Germany extends ban on arms exports to Saudi Arabia

Germany extends ban on arms exports to Saudi Arabia
2 min read
29 March, 2019
Germany has extended a ban on arms exports to Saudi Arabia introduced in October 2018 despite protests from its EU neighbours.
German ban on arms exports to Saudi has impacted the Eurofighter project [AFP/Getty]
Germany has extended a ban on arms exports to Saudi Arabia by six months until the end of September, when a decision was made late last year to freeze sales of military equipment of countries involved in the Yemen conflict.

Late Thursday, there was a decision to make an exception for arms that are manufactured with other countries - such as the Eurofighter and Tornado jets, when a ban triggered anger from EU partners - France and the UK.

Berlin said it would push for jointly produced weapons not to be used in the war in Yemen and for no "fully assembled" products to be delivered to Saudi Arabia and the UAE through the end of this year.

Germany imposed the ban following the killing of Saudi journalist Jamal Khashoggi at the kingdom's consulate in Istanbul last year.

The Yemen war entered its fourth year on Sunday. Described as the world's worst humanitarian crisis by the United Nations, the war between Iran-backed Houthi rebels and the Saudi and UAE backed government has left millions on the brink of famine.

About 10,000 people are estimated to have been killed in the Yemen war since March 2015, though rights groups say the death toll is much higher.

British and American-made bombs may have killed or injured more than 1,000 Yemeni civilians, including women and children, a new report released on Wednesday said.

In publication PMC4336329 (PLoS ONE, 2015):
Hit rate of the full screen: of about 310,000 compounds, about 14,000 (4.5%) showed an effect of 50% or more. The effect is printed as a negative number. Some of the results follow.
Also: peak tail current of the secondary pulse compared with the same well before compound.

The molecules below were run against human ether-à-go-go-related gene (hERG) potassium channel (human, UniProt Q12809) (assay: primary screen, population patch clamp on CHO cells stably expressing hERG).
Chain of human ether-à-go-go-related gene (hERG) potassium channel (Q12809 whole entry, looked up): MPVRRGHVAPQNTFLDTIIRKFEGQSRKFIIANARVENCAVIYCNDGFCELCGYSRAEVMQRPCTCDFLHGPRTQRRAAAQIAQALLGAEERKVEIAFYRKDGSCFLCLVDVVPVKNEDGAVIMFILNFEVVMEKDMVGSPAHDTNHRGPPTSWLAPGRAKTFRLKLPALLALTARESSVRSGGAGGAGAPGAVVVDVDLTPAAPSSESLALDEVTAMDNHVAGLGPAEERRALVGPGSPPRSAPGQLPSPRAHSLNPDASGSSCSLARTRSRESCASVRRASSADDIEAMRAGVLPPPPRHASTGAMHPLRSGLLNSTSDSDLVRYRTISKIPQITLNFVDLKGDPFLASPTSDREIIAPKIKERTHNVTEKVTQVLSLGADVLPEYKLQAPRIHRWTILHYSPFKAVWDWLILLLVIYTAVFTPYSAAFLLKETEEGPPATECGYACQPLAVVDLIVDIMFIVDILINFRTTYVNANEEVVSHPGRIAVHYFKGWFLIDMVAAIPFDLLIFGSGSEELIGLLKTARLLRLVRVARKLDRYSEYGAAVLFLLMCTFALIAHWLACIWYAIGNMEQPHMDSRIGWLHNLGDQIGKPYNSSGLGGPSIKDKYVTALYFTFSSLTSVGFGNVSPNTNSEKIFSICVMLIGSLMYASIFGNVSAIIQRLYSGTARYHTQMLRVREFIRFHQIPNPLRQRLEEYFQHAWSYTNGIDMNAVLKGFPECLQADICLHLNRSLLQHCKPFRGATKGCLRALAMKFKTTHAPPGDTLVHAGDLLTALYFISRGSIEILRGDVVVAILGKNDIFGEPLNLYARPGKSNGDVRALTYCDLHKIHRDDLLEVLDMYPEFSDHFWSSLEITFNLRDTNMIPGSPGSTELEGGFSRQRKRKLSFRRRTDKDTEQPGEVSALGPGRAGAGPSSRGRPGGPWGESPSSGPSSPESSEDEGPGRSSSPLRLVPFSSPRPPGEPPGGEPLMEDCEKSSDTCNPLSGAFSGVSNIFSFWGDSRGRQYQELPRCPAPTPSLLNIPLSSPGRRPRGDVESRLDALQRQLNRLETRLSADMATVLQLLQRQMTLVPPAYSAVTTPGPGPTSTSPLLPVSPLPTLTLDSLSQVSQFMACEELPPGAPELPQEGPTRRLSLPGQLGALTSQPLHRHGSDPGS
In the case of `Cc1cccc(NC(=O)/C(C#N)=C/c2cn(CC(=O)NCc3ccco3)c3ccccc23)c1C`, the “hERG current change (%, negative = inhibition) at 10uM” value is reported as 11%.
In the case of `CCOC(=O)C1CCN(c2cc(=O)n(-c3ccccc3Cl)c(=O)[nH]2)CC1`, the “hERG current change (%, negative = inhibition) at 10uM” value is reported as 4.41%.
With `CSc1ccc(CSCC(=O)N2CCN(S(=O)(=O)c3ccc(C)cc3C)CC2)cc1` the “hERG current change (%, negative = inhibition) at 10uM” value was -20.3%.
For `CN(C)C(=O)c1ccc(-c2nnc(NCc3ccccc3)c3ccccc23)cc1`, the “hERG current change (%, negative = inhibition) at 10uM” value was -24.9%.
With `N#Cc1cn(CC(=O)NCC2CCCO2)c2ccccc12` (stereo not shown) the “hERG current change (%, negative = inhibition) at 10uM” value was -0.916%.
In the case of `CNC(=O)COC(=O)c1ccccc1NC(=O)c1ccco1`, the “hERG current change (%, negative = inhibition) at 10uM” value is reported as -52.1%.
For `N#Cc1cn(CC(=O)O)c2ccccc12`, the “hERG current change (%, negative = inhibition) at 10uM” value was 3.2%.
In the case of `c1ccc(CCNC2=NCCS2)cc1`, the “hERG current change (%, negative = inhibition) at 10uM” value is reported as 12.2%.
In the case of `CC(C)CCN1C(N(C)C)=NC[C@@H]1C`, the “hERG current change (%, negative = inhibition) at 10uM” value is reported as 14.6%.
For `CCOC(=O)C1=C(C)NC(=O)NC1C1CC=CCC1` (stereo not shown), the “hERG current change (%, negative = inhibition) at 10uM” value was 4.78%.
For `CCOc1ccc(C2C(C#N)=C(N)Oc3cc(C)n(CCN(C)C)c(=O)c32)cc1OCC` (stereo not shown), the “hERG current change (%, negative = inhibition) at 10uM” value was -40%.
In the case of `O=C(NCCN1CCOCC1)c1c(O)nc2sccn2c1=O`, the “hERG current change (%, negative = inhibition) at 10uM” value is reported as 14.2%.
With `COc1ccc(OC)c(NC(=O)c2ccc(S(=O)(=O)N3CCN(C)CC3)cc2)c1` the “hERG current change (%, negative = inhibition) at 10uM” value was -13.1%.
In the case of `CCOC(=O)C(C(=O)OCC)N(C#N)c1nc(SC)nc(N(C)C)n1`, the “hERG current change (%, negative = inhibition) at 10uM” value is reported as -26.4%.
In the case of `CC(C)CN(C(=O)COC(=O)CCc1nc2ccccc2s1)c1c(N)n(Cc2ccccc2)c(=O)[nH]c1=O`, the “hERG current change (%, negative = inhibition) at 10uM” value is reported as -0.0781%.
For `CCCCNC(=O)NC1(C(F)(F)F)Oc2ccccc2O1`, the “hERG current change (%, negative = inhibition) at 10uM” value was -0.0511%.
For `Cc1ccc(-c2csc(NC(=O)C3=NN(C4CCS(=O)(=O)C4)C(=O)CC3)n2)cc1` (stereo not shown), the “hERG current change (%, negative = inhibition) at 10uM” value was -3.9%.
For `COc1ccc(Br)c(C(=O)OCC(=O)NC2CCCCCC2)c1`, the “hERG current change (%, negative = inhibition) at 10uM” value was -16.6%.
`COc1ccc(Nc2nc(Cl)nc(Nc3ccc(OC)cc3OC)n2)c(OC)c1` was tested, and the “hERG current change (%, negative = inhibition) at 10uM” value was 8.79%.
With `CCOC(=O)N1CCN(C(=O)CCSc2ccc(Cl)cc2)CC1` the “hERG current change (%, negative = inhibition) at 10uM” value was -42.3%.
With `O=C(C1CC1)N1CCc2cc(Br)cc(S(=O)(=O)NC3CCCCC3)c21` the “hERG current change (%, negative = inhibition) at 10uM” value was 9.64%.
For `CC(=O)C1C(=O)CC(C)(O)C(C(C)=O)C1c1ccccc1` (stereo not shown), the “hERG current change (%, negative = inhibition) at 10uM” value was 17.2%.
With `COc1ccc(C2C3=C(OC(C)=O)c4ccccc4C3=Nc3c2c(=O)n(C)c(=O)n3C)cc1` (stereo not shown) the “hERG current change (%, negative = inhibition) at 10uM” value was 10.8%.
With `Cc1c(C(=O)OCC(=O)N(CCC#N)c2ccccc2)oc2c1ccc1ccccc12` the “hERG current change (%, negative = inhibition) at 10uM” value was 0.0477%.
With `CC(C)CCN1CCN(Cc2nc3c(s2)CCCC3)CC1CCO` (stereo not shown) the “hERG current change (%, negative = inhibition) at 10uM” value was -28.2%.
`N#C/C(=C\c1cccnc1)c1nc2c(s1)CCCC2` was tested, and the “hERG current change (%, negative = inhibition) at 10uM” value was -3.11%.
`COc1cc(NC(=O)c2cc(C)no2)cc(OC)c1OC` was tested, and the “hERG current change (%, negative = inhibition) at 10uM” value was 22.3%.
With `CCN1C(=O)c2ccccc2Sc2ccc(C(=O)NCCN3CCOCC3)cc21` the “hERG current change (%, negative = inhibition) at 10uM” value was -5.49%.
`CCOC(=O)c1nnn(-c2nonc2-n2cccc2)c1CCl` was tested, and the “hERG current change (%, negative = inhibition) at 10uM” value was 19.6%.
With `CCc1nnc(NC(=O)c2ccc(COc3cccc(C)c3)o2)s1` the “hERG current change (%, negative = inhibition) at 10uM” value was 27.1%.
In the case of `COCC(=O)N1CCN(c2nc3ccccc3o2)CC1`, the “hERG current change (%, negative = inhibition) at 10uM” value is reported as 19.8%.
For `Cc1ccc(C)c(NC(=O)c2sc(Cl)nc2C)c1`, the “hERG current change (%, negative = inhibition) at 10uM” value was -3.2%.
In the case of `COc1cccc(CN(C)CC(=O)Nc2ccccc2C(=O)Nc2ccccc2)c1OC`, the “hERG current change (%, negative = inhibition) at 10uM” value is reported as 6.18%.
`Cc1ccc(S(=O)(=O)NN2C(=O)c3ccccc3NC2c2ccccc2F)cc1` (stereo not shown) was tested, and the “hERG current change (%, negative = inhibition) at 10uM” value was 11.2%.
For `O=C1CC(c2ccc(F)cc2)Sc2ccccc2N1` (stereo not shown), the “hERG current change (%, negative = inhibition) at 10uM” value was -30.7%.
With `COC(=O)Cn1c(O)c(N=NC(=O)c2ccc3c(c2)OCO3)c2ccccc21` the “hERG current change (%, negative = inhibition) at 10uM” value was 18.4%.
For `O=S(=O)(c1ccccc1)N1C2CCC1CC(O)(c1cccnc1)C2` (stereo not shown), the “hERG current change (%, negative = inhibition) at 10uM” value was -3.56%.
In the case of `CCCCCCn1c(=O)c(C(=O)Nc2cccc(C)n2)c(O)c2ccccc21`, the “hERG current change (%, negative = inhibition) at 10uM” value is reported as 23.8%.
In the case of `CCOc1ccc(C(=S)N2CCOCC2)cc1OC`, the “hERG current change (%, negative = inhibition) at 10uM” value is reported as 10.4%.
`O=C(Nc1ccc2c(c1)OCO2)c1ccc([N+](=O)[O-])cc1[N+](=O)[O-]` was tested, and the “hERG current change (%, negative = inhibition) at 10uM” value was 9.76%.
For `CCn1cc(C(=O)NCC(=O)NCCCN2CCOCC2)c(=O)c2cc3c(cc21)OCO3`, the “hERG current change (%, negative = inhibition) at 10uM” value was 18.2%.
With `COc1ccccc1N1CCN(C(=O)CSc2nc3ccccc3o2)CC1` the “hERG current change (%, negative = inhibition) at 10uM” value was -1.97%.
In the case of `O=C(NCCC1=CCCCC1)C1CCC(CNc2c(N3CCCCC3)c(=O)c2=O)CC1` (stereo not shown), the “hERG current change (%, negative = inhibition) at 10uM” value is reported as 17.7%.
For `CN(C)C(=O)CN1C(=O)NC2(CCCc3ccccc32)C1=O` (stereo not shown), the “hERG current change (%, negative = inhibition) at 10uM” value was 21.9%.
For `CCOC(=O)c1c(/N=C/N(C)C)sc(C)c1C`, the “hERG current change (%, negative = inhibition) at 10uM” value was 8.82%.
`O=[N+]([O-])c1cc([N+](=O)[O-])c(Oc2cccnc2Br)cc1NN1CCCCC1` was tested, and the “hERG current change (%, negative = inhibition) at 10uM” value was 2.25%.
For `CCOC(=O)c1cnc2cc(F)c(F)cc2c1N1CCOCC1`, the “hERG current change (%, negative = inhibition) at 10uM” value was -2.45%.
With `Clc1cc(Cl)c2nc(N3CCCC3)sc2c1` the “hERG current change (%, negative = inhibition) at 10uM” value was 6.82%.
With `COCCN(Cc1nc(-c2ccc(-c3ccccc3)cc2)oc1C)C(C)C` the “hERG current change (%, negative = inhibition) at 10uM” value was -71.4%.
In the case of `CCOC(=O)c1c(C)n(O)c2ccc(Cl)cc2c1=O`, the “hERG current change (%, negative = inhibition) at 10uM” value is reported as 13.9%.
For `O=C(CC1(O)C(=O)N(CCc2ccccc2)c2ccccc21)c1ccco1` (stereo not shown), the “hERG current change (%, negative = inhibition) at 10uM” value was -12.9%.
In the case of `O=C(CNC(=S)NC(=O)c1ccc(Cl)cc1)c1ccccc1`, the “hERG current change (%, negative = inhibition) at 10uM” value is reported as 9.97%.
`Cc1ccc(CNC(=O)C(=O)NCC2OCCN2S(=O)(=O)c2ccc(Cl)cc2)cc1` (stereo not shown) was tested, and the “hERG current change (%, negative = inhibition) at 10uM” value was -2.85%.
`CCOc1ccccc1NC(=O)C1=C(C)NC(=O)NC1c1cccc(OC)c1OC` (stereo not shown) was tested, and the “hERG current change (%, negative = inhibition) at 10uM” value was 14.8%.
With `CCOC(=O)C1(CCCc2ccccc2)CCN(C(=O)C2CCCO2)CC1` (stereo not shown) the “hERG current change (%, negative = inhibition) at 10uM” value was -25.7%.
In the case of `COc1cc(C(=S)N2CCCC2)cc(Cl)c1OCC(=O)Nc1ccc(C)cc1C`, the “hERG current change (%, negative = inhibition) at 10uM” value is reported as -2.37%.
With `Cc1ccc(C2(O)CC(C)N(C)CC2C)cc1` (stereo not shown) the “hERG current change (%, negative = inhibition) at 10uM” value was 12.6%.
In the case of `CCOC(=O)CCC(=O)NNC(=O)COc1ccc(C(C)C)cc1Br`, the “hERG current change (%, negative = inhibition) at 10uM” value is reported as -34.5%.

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Germany has a troubled relationship with foreign arms sales, a legacy of its dark past. Polls show that around two thirds of German citizens reject weapons exports.

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Merkel's government has faced political pressure at home over weapons sales, which include Leopard tanks used by Turkey to fight Kurdish militias.

But it has also faced increasing protests from European partners including France and the UK over the issue. The two countries say the ban prevents them selling jointly developed equipment with German components to Saudi Arabia.

French President Emmanuel Macron last year dismissed Germany's call for other countries to join an export freeze to Saudi Arabia, saying it was "pure demagoguery to call for a halt".

British Foreign Secretary Jeremy Hunt last month voiced "deep concern" that Berlin's stance damaged Europe's defence industry and its "ability to meet its NATO commitments", in a letter to Maas reported on by Spiegel Online.

Germany is among the world's top arms exporters, a group led by the US that also includes Russia, China, France and the UK.

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